I have a friend that came up to Michigan many years ago from Texas. He kept hearing about people using JB Weld. Being familiar with most welding processes he thought JB Weld was a welding system he had never encountered. The way the stuff works it might as well be.

 
:)  In this case, it's not much of an overstatement to call it JB Weld. It's also great for installing bearings in cans if you want to avoid acid, and getting those bearings out (if necessary) is anything from really difficult to impossible without doing a number on the can. Not much has changed since whenever it was that "JB Weld was the epoxy for gluing magnets into cans." Certainly the materials (steel cans, ceramic and other composition magnets) are the same. I guess operating temps at the extreme high end may have changed a little, but I think it's more likely than not that any failures were because of poor prep and cure, rather than JB Weld not being up top the task. It could also be that Skinner's is more tolerant of poor prep, and there would be less failures related to that.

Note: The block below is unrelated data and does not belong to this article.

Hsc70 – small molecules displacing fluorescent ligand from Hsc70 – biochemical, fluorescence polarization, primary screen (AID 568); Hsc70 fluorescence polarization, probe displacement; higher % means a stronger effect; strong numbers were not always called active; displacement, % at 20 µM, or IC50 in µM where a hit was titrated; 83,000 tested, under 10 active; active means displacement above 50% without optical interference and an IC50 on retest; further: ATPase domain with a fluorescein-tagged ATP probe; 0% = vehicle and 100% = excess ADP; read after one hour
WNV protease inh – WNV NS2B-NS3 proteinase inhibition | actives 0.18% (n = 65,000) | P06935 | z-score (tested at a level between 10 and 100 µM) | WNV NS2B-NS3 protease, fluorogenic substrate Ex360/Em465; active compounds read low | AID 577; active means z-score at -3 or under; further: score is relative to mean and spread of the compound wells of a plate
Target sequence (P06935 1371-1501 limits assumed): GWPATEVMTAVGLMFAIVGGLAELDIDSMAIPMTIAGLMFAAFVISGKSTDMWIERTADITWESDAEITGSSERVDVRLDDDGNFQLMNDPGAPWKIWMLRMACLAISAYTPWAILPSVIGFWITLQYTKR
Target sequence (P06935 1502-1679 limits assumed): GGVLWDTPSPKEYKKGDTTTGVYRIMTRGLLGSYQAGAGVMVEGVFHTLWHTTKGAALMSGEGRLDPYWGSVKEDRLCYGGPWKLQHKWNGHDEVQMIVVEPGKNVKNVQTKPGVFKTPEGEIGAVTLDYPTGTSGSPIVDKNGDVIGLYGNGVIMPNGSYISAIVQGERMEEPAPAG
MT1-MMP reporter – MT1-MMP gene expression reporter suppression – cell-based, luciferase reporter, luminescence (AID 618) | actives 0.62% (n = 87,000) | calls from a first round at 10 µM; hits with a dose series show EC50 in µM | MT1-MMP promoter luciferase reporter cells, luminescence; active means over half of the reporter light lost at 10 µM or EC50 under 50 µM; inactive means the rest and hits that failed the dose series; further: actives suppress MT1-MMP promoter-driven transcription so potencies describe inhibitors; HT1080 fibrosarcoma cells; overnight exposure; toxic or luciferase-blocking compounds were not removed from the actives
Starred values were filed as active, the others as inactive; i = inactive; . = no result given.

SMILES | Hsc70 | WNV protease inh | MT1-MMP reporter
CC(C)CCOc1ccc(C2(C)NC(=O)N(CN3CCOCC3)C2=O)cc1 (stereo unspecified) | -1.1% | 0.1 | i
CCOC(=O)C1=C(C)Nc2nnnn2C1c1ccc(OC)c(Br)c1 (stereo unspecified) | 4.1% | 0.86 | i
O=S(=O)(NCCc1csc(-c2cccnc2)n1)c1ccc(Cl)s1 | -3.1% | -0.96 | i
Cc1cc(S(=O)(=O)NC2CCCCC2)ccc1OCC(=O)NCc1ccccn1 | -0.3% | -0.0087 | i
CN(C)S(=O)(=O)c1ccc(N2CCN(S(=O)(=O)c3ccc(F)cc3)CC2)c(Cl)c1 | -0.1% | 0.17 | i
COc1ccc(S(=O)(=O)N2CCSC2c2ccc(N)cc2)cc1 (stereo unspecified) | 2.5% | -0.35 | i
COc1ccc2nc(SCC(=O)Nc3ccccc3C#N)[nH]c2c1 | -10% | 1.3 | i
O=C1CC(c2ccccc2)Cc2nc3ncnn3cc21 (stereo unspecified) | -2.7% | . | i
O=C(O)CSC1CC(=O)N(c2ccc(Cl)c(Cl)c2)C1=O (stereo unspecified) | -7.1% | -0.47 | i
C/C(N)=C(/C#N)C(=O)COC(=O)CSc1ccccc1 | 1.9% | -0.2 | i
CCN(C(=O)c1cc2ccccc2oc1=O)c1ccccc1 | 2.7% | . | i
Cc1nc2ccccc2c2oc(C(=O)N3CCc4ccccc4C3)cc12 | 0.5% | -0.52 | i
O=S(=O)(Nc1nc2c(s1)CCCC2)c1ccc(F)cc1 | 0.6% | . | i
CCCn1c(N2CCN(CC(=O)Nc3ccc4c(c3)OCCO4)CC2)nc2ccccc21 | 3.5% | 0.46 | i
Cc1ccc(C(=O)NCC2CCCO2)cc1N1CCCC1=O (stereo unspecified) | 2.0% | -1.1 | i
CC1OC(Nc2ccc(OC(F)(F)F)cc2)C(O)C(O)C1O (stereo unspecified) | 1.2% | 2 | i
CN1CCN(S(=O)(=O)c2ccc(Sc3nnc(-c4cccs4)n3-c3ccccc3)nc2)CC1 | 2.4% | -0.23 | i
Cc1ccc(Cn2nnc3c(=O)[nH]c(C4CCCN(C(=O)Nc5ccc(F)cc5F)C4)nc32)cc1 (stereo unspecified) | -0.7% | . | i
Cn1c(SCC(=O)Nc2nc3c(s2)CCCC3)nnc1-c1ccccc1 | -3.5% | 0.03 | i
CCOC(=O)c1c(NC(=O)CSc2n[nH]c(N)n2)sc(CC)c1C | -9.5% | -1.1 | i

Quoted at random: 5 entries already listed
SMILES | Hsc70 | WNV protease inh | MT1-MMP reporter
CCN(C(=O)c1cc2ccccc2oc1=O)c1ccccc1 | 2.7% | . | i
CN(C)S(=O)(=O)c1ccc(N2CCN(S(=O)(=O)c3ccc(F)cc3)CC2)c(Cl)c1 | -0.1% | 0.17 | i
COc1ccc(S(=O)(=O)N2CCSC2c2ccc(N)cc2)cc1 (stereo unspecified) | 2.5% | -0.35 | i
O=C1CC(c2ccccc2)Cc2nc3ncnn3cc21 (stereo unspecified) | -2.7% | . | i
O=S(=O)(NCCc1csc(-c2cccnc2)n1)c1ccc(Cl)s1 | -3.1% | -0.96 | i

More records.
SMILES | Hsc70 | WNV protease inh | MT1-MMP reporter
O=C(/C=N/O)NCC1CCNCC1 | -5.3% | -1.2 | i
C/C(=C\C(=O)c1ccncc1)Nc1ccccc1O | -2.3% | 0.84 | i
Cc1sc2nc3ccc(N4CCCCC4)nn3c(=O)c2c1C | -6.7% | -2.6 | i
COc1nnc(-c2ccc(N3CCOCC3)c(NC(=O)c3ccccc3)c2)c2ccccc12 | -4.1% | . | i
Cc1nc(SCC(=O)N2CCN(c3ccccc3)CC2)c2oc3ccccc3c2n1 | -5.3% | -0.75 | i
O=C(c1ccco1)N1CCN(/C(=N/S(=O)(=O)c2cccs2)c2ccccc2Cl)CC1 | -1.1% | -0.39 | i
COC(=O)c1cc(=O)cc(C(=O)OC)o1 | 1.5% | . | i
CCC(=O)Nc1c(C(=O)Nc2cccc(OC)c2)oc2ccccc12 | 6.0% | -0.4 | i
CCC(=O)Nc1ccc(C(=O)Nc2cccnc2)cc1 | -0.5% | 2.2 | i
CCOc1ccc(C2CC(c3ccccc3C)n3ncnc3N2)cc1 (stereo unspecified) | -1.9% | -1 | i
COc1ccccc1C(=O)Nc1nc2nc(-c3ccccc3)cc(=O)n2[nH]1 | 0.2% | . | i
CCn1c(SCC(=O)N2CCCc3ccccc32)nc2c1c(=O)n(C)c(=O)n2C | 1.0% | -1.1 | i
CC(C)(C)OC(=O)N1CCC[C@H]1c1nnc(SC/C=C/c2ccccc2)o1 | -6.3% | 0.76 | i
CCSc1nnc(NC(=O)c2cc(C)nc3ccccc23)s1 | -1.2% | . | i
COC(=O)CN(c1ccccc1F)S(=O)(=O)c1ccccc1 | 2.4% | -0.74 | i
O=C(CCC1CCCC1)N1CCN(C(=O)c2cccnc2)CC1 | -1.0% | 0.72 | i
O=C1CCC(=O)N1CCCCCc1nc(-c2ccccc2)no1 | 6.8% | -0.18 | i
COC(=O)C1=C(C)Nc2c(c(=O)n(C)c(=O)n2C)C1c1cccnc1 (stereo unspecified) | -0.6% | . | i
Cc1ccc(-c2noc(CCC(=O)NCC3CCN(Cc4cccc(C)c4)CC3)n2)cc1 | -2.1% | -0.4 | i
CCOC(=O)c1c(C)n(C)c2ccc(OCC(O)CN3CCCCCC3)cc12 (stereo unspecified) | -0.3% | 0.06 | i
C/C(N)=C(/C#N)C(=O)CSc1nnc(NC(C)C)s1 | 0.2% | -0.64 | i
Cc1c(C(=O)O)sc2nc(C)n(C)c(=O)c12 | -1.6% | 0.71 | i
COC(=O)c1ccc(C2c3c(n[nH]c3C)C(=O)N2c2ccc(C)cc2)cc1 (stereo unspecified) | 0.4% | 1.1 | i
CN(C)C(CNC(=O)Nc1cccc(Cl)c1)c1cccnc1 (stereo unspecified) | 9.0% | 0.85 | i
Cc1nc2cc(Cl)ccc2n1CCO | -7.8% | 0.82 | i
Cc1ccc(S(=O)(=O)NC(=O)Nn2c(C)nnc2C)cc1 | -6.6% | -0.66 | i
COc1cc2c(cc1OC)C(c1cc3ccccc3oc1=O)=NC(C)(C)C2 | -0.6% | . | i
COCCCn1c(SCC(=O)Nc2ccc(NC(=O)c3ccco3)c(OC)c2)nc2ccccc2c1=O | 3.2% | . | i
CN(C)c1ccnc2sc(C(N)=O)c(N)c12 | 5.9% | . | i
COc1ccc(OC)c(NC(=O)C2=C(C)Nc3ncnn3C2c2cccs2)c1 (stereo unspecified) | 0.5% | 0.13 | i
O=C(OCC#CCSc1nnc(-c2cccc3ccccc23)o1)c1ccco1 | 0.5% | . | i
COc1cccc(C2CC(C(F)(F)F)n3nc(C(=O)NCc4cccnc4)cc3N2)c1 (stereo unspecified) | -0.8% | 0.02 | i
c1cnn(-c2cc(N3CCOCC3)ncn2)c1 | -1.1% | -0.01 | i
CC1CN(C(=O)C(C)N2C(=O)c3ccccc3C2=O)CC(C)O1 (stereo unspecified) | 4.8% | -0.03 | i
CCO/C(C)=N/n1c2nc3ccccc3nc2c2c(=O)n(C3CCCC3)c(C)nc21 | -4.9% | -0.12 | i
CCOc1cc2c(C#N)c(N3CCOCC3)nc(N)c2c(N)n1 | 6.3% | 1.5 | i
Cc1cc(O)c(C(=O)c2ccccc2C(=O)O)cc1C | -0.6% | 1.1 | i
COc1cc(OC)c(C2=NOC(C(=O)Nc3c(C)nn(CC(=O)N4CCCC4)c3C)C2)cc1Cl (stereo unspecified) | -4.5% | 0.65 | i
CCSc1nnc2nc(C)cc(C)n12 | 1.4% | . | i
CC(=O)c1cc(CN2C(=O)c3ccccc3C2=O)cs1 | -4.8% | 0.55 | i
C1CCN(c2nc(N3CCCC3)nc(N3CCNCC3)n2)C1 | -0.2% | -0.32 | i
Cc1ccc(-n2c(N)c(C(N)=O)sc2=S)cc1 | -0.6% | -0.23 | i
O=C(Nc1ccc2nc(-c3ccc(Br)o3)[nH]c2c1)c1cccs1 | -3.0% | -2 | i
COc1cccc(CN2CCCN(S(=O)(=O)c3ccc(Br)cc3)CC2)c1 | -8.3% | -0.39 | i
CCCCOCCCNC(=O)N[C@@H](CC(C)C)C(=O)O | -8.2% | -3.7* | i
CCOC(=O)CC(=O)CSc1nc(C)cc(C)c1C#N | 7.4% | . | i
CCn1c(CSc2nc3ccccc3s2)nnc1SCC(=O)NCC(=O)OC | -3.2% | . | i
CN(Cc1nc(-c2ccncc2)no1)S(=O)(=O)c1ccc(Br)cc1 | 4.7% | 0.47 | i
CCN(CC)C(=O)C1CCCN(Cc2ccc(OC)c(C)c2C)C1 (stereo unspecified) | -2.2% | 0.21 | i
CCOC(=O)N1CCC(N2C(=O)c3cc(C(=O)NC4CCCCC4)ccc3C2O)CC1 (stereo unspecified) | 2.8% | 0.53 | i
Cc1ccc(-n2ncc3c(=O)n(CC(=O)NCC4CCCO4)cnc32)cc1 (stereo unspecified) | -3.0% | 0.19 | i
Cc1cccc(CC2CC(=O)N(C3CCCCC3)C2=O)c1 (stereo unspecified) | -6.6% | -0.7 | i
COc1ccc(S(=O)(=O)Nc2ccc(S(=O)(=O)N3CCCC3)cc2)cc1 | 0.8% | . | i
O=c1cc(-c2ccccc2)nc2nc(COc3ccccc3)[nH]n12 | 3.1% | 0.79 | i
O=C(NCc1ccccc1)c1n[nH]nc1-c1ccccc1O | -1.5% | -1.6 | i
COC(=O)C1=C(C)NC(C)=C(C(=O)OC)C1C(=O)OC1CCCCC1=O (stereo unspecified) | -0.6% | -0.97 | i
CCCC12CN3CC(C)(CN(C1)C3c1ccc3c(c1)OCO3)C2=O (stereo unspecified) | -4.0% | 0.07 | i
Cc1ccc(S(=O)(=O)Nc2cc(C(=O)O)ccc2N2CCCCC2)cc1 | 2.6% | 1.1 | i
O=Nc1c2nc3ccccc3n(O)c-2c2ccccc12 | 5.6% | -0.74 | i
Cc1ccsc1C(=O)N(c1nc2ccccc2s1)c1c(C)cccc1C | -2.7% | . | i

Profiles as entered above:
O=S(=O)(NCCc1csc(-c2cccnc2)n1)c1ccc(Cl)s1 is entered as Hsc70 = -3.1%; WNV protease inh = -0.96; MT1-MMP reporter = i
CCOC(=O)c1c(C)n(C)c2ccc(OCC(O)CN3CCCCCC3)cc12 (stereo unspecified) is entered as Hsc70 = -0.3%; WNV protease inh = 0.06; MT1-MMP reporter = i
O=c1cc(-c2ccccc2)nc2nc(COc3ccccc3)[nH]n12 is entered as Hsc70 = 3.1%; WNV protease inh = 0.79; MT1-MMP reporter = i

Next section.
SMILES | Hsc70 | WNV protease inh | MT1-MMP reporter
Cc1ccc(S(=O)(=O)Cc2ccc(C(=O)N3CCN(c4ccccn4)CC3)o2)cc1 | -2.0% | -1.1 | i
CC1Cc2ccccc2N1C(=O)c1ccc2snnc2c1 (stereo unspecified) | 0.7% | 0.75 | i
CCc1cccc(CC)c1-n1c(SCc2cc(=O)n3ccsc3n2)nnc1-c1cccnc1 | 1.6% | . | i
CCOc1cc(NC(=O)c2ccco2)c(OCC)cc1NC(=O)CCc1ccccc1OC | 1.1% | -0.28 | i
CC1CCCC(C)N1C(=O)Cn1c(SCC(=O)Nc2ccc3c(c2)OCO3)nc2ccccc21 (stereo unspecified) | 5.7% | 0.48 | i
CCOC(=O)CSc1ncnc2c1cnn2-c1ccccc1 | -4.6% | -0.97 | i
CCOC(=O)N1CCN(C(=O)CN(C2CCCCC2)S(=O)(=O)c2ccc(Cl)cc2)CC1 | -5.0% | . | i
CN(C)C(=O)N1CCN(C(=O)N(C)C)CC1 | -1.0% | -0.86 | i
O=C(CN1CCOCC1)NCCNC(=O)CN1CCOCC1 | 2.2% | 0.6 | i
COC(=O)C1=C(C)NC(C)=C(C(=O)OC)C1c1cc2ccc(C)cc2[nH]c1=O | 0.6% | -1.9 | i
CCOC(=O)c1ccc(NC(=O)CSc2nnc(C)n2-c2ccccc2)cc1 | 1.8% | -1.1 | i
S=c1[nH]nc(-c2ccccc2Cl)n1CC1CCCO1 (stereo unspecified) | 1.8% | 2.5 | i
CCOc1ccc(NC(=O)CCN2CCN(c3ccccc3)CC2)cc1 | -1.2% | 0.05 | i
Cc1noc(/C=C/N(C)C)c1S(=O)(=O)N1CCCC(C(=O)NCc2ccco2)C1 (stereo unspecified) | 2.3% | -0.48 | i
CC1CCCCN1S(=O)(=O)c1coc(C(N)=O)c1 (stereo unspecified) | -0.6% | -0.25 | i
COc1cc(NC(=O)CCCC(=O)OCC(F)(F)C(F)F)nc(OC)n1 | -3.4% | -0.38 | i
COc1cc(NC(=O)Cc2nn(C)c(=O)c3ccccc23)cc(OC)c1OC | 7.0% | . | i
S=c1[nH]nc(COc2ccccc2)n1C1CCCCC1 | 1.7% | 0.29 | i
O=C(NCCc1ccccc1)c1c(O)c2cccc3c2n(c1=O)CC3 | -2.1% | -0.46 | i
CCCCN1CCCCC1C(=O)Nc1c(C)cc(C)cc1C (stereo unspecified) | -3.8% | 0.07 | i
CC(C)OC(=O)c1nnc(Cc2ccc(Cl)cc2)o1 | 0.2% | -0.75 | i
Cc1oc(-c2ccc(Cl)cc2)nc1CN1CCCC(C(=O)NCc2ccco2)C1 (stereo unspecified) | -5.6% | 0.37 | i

Even so, there are only a very few cases where Skinner's *might* be better, so JB Weld should still be the choice almost always. It's a heckuva lot cheaper and more readily available, too.


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#11 Robert BG

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Posted 25 April 2017 - 09:43 AM